It’s dark when we step outside, and begin walking to our car.  We still need to find a place to stay.  And we have two new t-shirts to make room for.




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Breaking Up Is Hard To Do

“[Baseball] breaks your heart.  It is designed to break your heart.  The game begins in spring, when everything else begins again, and it blossoms in the summer, filling the afternoons and evenings, and then as soon as the chill rains come, it stops and leaves you to face the fall alone.”  ~A. Bartlett Giamatti,

Tuesday, July 9.

I’ve realized that I’m not ready to say goodbye yet.  There are a couple of stories I forgot to mention.  Good ones.  And there are some road trip loose ends that need to be gathered together, if not tied.  And maybe, like Batman told me in Time Square, I’m enjoying my public I.D. too much to give it up.  I never saw that coming.  I think maybe I forgot to tell you about Batman.

Anyway, we are going to Cooperstown, to the Baseball Hall of Fame.  I’m going to need to tell you about that, and another thing or two, then maybe I can stop.  Otherwise, what am I supposed to do with all these quotes?


Touching Home in Toronto

“People will come, Ray…for reasons they can’t even fathom. They’ll arrive at your door as innocent as children, longing for the past. They’ll pass over the money without even thinking about it, for it is money they have and peace they lack. And they’ll watch the game, and it will be as if they’ve dipped themselves in magic waters.” ~ A Field of Dreams

Game 30. Toronto. Blue Jays vs. Twins.

“So where are you folks from?”

“Florida. And Texas.”

“Really.” He looks closely at the two of us.


“How do you two know each other?”


He looks up at Vicki, and says nothing.

“We’re dating,” she tries again.

“Uh huh. Where are you heading?”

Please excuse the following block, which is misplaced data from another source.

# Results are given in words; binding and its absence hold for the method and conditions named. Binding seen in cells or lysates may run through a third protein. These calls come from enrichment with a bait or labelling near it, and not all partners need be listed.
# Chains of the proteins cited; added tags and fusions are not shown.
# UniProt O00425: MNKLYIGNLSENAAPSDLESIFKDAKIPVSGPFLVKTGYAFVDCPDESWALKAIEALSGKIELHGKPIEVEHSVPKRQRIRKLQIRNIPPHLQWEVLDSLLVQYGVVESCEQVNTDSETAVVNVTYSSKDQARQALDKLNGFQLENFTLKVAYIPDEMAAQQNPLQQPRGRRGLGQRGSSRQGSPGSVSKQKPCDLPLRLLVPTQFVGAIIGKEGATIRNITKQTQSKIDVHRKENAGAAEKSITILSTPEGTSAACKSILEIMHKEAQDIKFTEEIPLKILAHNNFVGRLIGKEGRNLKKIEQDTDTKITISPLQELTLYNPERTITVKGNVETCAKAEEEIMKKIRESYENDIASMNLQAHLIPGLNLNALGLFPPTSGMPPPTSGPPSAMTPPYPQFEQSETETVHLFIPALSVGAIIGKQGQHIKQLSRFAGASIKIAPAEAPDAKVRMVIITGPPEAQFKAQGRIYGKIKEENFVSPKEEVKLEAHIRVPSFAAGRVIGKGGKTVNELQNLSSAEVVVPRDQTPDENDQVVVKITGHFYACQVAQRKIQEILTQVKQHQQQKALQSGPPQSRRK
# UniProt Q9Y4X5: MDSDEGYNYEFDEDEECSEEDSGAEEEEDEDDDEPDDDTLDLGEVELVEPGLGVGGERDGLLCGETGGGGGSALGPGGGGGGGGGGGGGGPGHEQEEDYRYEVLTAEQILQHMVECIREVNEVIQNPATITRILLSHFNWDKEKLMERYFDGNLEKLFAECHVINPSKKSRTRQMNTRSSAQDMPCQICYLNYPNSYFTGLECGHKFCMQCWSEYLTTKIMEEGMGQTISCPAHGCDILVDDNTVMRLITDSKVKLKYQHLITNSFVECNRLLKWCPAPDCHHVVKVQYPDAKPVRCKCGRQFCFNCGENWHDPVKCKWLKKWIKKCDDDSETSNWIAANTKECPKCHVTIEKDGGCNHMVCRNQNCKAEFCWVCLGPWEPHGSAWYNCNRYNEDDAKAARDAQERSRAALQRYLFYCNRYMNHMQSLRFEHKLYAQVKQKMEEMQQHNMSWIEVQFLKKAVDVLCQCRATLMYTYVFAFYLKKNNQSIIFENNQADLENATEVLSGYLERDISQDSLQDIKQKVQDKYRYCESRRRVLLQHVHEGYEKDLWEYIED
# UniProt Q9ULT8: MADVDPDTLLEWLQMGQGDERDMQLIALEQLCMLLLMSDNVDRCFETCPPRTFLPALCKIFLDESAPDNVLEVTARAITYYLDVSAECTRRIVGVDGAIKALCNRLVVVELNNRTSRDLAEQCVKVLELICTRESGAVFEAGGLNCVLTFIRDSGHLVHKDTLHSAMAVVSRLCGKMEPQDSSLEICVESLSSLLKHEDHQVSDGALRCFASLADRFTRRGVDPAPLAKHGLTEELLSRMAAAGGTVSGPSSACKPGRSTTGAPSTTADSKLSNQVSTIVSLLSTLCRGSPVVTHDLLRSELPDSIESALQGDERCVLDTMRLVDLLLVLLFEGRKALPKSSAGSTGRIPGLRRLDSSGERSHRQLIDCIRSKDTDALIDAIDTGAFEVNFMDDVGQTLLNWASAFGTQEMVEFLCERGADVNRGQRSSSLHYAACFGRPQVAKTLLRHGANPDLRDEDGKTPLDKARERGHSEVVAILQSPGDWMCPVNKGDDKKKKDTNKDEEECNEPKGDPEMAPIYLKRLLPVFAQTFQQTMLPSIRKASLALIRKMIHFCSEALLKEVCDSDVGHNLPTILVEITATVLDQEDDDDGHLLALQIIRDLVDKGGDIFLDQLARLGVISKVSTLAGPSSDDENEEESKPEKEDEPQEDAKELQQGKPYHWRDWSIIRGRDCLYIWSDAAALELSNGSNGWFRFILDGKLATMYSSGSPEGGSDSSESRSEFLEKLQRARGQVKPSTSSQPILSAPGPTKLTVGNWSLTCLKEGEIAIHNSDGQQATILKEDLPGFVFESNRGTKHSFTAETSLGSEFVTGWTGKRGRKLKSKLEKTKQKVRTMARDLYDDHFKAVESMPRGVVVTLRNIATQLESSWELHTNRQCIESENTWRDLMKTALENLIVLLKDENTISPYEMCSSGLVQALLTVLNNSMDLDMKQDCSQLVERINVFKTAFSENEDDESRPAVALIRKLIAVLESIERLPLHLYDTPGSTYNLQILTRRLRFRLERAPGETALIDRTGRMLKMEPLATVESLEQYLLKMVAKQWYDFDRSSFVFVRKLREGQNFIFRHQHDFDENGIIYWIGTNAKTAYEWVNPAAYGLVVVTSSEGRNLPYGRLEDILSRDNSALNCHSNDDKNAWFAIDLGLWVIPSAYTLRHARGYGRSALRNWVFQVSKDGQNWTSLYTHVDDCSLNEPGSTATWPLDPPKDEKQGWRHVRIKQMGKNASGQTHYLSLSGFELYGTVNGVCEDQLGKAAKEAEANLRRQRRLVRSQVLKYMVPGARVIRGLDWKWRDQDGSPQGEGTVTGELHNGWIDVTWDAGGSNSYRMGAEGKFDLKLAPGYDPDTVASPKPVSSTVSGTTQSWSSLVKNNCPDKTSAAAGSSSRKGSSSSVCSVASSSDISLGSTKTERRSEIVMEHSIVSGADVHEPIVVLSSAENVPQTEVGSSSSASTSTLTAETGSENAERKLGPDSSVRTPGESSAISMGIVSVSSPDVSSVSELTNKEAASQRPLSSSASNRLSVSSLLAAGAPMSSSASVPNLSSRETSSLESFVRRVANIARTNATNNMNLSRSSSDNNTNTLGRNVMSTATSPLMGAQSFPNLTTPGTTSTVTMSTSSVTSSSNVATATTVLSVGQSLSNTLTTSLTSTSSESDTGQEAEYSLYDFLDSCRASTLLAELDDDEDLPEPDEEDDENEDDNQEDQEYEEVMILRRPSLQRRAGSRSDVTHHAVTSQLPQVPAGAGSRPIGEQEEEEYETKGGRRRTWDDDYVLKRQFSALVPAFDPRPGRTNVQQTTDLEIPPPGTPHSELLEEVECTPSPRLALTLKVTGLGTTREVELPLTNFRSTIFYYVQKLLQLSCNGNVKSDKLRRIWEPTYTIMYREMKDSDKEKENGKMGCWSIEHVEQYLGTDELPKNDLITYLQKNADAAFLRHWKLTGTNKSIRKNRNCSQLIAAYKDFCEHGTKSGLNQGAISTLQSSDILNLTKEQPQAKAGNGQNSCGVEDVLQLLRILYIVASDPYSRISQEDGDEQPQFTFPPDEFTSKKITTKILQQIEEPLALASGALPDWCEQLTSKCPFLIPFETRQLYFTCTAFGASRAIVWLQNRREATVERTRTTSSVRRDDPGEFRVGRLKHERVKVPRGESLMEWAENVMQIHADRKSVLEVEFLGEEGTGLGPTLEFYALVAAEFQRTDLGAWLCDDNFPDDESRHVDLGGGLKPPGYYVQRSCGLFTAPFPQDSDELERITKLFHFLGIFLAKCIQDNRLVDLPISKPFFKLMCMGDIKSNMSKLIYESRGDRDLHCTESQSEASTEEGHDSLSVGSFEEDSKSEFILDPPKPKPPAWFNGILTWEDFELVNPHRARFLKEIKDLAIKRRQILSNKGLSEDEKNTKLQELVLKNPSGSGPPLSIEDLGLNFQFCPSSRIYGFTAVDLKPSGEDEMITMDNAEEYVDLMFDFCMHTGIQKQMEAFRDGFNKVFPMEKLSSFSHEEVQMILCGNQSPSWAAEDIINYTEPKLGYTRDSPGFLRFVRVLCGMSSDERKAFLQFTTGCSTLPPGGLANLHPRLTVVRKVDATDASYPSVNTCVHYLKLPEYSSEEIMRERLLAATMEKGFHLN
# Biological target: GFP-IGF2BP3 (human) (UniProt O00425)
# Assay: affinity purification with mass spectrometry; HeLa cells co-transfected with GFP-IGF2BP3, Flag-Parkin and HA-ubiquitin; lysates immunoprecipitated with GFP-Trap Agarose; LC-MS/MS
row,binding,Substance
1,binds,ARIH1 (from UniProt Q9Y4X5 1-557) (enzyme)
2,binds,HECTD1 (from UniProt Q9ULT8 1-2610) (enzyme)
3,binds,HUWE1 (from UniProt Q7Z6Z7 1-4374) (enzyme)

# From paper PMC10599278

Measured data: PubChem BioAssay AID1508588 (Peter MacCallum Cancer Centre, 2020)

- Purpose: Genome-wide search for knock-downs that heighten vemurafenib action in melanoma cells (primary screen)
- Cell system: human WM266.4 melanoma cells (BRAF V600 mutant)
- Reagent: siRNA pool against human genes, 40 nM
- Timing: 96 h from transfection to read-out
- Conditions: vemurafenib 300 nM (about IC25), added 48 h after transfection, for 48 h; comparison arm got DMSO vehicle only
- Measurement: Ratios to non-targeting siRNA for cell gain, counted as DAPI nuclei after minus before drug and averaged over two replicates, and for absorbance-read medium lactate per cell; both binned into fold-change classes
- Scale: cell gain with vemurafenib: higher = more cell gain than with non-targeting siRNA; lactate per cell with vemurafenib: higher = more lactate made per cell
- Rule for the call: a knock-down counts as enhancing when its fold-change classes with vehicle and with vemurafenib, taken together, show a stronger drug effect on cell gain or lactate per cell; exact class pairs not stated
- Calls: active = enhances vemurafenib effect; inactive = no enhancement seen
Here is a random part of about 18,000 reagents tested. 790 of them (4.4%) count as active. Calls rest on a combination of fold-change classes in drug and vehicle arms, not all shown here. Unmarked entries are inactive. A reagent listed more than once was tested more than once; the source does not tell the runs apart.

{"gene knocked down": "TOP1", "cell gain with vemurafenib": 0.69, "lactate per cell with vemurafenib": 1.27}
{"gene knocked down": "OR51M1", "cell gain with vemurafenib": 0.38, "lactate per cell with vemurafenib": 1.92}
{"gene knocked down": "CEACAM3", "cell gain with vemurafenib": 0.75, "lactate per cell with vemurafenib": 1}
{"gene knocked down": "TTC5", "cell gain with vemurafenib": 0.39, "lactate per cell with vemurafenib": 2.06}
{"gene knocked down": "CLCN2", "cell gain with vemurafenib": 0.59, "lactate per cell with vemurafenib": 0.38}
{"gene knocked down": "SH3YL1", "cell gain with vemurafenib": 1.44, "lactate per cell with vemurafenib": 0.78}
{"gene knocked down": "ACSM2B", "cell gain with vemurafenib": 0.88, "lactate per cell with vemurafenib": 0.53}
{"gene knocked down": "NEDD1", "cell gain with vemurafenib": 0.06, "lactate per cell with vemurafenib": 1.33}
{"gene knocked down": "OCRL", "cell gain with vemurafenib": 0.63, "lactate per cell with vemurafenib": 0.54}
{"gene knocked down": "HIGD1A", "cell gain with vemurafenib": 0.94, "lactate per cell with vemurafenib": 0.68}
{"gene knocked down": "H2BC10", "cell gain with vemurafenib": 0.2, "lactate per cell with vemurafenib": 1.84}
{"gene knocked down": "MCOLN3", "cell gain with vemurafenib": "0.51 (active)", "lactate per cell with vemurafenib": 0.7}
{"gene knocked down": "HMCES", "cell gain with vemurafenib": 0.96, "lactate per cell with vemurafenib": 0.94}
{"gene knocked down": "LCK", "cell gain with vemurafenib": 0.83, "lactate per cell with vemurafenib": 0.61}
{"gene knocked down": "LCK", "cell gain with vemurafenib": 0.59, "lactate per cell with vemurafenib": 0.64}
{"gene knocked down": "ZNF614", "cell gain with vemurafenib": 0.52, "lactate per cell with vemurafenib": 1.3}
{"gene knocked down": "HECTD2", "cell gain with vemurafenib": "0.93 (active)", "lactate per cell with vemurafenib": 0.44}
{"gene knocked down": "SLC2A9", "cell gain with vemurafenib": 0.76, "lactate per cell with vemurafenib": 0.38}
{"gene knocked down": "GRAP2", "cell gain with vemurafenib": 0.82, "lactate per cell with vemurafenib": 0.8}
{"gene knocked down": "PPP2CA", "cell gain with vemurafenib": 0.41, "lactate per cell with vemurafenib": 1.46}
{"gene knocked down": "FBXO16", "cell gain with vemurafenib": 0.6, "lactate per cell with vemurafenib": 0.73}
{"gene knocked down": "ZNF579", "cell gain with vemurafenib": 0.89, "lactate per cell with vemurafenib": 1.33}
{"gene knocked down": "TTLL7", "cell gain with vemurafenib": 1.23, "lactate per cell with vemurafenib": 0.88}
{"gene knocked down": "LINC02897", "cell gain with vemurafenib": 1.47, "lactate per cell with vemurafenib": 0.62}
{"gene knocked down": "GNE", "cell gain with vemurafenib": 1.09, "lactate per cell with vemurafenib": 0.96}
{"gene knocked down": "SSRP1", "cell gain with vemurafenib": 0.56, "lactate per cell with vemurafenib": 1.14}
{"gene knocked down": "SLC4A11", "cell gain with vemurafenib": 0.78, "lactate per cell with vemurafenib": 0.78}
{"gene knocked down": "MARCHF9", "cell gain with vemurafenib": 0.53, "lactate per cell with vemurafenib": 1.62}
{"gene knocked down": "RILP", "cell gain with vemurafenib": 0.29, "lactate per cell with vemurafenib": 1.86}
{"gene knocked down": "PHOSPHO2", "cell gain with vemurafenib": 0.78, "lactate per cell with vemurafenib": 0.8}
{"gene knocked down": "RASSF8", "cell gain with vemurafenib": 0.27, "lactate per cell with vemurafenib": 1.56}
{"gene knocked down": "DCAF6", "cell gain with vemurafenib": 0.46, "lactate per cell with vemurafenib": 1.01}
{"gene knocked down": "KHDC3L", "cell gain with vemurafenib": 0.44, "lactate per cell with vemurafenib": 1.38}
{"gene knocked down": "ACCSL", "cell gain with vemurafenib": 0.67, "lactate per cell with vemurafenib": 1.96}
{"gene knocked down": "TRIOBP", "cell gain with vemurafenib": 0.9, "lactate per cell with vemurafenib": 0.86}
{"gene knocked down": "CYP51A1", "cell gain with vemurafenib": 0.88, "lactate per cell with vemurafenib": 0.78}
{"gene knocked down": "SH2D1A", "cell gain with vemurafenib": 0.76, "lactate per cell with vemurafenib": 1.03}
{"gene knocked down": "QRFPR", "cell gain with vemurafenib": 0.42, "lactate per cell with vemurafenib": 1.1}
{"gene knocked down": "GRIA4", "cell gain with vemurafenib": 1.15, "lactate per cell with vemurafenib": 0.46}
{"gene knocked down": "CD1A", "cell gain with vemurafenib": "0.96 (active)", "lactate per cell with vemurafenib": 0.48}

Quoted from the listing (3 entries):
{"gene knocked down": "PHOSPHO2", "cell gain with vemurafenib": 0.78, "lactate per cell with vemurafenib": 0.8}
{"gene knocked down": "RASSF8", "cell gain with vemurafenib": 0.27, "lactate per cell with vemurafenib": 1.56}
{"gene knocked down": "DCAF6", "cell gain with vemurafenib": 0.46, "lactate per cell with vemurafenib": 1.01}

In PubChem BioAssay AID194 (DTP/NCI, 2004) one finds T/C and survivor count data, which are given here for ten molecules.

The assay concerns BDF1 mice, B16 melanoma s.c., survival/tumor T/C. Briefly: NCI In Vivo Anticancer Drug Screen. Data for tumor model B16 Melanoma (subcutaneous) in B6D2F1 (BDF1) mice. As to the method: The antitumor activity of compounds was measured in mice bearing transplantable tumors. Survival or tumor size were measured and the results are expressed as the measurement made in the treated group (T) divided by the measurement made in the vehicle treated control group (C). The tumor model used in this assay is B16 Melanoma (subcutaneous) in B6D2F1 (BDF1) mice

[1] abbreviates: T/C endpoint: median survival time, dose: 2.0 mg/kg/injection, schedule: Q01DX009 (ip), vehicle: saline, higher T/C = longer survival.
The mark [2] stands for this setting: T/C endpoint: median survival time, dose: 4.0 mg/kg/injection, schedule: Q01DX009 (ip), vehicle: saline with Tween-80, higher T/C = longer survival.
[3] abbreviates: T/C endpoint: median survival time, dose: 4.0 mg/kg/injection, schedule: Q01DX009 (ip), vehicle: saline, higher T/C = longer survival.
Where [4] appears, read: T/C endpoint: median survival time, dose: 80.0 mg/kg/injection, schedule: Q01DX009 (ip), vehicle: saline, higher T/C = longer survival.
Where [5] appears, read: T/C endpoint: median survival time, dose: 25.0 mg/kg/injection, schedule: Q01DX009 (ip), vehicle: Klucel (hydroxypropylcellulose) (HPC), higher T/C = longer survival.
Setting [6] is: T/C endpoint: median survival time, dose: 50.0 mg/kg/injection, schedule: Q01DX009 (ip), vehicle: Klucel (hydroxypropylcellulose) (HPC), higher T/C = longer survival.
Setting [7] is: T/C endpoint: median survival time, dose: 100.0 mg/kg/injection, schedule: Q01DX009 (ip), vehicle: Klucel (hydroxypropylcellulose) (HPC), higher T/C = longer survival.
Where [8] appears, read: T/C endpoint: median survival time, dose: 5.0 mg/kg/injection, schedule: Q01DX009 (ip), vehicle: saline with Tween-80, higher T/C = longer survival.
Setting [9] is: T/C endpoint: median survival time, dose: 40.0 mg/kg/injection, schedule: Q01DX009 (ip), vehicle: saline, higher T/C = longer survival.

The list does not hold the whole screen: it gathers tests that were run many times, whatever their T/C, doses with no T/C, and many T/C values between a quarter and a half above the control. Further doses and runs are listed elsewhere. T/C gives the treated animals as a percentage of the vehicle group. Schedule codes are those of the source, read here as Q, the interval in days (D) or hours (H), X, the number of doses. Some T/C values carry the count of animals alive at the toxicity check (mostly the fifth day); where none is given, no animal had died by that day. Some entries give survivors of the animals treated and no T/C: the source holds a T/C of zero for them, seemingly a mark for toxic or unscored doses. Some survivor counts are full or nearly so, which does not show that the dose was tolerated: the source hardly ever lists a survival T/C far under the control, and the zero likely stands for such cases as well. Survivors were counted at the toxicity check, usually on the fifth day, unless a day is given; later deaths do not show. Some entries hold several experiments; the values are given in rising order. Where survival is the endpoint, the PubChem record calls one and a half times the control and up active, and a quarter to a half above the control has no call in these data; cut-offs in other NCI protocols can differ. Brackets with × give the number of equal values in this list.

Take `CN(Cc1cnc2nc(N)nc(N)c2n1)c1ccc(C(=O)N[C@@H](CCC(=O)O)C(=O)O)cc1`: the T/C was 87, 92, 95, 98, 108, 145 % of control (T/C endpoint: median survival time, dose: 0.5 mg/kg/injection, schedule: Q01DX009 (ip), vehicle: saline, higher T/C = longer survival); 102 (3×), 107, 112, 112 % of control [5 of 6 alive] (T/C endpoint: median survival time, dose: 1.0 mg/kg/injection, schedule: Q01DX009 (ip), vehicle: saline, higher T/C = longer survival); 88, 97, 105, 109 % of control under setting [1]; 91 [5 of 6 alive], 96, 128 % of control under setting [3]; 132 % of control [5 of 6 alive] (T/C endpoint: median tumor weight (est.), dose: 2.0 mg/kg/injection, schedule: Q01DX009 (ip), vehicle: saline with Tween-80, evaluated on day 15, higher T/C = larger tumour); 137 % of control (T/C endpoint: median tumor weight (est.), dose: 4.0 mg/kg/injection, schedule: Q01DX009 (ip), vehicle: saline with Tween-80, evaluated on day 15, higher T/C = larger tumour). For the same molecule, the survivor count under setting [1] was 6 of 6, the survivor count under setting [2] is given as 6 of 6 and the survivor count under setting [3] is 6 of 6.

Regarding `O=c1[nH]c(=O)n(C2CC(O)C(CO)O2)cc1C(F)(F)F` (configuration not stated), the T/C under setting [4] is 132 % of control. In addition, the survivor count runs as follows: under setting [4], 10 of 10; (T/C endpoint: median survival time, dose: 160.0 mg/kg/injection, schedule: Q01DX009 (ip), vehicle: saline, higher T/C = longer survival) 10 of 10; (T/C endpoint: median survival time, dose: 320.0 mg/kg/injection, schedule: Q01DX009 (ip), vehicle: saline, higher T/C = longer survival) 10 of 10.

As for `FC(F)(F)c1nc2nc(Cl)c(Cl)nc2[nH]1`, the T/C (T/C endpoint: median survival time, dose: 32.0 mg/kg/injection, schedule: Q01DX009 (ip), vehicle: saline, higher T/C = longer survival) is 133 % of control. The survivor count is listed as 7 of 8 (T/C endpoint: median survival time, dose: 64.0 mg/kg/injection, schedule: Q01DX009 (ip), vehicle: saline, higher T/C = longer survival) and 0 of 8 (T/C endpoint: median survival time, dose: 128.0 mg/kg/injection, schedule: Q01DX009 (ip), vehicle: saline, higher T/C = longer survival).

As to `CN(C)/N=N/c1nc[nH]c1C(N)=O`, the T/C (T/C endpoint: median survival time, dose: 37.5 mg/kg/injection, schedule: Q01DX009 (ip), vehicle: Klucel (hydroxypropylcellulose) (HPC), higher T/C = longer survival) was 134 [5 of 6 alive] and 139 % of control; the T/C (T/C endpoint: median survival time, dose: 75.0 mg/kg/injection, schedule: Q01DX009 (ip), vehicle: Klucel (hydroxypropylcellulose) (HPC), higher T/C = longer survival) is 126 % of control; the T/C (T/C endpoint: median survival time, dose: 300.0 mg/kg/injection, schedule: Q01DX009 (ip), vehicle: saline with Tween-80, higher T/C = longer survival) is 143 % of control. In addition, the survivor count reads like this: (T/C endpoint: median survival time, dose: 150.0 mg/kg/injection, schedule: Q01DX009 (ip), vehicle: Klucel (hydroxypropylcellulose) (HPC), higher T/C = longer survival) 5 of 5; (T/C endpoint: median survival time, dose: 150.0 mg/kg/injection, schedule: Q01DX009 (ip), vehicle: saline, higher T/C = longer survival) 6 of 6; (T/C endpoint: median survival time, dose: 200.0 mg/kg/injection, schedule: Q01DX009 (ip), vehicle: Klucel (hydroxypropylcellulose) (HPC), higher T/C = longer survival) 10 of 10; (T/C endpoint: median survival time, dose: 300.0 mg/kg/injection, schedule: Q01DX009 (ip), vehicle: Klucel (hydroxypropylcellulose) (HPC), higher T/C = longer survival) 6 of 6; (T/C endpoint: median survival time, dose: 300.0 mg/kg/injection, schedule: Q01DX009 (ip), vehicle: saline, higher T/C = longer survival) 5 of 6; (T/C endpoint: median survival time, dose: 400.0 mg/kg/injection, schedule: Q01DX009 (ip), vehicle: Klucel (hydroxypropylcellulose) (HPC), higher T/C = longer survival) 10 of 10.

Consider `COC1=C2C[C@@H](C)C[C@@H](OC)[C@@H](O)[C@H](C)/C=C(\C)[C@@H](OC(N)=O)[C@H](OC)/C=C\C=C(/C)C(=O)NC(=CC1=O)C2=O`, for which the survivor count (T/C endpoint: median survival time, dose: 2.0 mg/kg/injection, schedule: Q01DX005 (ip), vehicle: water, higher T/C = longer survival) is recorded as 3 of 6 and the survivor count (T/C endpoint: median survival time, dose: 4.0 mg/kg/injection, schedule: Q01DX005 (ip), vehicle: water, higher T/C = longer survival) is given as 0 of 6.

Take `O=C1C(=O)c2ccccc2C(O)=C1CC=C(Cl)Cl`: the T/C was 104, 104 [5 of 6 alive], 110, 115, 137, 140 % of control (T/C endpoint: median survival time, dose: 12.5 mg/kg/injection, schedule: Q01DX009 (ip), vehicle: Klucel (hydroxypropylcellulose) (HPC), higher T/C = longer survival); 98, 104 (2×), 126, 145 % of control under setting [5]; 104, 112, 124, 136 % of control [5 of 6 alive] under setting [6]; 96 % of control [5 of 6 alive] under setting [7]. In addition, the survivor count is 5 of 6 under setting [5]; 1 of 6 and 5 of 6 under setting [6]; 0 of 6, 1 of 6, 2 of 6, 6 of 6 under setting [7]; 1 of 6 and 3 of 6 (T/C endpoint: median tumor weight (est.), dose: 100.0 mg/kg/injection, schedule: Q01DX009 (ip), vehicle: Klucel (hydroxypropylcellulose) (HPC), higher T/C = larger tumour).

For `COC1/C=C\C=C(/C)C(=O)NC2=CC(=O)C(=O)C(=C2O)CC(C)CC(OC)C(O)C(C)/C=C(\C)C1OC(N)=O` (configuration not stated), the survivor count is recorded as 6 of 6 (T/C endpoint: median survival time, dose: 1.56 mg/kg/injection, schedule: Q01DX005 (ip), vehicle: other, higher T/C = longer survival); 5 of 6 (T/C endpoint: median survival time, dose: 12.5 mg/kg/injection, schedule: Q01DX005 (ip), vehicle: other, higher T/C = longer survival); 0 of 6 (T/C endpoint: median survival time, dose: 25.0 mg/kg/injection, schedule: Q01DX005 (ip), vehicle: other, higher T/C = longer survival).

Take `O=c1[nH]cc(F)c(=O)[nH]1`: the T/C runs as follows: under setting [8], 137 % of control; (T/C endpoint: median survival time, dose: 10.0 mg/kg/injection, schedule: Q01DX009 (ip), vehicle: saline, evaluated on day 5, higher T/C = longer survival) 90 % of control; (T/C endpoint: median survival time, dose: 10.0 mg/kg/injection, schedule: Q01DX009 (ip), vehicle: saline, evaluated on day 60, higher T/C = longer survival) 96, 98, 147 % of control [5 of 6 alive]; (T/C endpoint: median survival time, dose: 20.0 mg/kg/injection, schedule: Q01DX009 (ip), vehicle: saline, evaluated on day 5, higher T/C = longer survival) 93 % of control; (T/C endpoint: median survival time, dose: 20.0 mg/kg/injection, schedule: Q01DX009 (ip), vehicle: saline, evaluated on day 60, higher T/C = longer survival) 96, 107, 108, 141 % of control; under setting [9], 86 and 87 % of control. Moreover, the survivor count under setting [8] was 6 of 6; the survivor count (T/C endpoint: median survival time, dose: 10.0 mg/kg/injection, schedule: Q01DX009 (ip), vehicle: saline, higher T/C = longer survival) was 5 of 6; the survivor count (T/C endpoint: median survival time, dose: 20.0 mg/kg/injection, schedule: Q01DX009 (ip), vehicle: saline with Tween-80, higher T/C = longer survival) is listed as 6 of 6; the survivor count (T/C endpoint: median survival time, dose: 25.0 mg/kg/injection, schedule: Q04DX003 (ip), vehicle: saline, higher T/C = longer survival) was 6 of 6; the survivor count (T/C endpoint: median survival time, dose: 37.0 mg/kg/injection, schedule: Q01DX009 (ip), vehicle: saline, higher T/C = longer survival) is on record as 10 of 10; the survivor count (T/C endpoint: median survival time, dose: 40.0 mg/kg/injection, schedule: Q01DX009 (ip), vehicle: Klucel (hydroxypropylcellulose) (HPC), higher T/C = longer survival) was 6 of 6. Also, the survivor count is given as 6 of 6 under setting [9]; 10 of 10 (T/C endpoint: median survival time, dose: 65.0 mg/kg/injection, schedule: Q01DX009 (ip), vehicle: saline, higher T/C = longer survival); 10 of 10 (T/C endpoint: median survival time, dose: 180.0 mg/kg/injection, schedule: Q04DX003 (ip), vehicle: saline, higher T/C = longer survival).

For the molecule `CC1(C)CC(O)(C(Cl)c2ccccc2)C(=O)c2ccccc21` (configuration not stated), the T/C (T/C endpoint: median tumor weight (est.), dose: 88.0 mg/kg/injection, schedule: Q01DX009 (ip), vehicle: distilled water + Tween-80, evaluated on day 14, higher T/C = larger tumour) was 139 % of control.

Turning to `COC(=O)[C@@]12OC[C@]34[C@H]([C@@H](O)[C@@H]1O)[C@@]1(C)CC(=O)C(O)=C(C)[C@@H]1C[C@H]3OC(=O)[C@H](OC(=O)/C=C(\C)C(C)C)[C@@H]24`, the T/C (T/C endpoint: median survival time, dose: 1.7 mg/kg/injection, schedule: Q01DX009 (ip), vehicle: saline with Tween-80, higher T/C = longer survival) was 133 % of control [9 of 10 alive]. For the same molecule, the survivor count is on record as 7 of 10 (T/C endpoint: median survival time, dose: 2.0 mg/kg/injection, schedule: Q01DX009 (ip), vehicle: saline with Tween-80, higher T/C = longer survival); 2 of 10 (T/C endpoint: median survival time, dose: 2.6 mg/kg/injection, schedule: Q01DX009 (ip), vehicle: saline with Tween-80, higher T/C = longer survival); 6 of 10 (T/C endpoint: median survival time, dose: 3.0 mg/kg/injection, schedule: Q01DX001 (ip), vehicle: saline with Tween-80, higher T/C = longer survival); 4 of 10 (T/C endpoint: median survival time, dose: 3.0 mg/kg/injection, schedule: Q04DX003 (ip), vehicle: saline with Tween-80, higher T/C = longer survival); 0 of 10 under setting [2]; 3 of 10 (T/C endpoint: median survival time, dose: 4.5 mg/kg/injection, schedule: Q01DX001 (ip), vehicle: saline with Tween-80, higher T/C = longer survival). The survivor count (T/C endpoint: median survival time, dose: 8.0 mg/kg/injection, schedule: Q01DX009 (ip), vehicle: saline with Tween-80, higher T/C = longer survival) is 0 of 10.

“Is that right. Why Toronto?”

“Baseball. To see the Blue Jays.”

“Uh huh.” And he looks at us. Bends a little so he can see both of us, then straightens up. “Not good.”


“They’re not so good this year. No starting pitching.” He hands back our passports. “Have a good time in Toronto.”

A few minutes later, we’ve crossed the Niagara River–which flows for 35 miles, from Lake Erie to Lake Ontario–just downstream of Niagara Falls, and into Canada. I was here on a family vacation many years ago, but much has changed since then. The tourism industry has consumed nature’s attraction, or tried to. There are casinos, high rise hotels, a 775 foot viewing tower, and the required viewing tower restaurant, and a Ferris wheel–“the best way to view Niagara Falls”, the sign tells us. There is miniature golf, an IMAX theater, an indoor water park, and a fun house. There are many, many people in the town of Niagara Falls, finding many ways to keep themselves entertained. Some of them are looking at the waterfalls.

We park a few hundred yards above Horseshoe Falls, the largest of the three falls, and which lies principally on the Canadian side, and hike back to the brink. The river is swift, green, and intimidating as it rushes over the edge, and crashes 173 feet to the rocks below, throwing up a mist that rises hundreds of feet above the falls. The roar is deafening. To say the falls are impressive doesn’t come close. We watch, in awe, from several vantage points. Below, down on the river, there are large two-decked boats chugging upstream, carrying poncho-clad passengers to the base of the falls, and into the mouth of the horseshoe.

“We should do that.”

“We should absolutely do that.”

A short while later, we are on the top deck of the Maid Of The Mist III, wearing our blue Maid of the Mist souvenir ponchos, heading upstream and passing in front of the smaller American and Bridal Veil Falls, toward Horseshoe Falls. As we near the base, and we can no longer talk over the roar of the crashing water, I notice our fellow passengers have the hoods of their ponchos secured tightly. Not us. We want to connect to the river. Like sitting in Shamu’s splash zone, we decide. As we reach inside the horseshoe, the Maid Of The Mist III’s diesel engines laboring now, the power of the falls, wrapping around us, is overwhelming. The mist begins to blow harder from the wind created by the falls, then turns quickly into rain, a momentarily heavy rain, and we are soaked in an instant, our hair plastered to our faces. We are all smiles. We have connected with the river.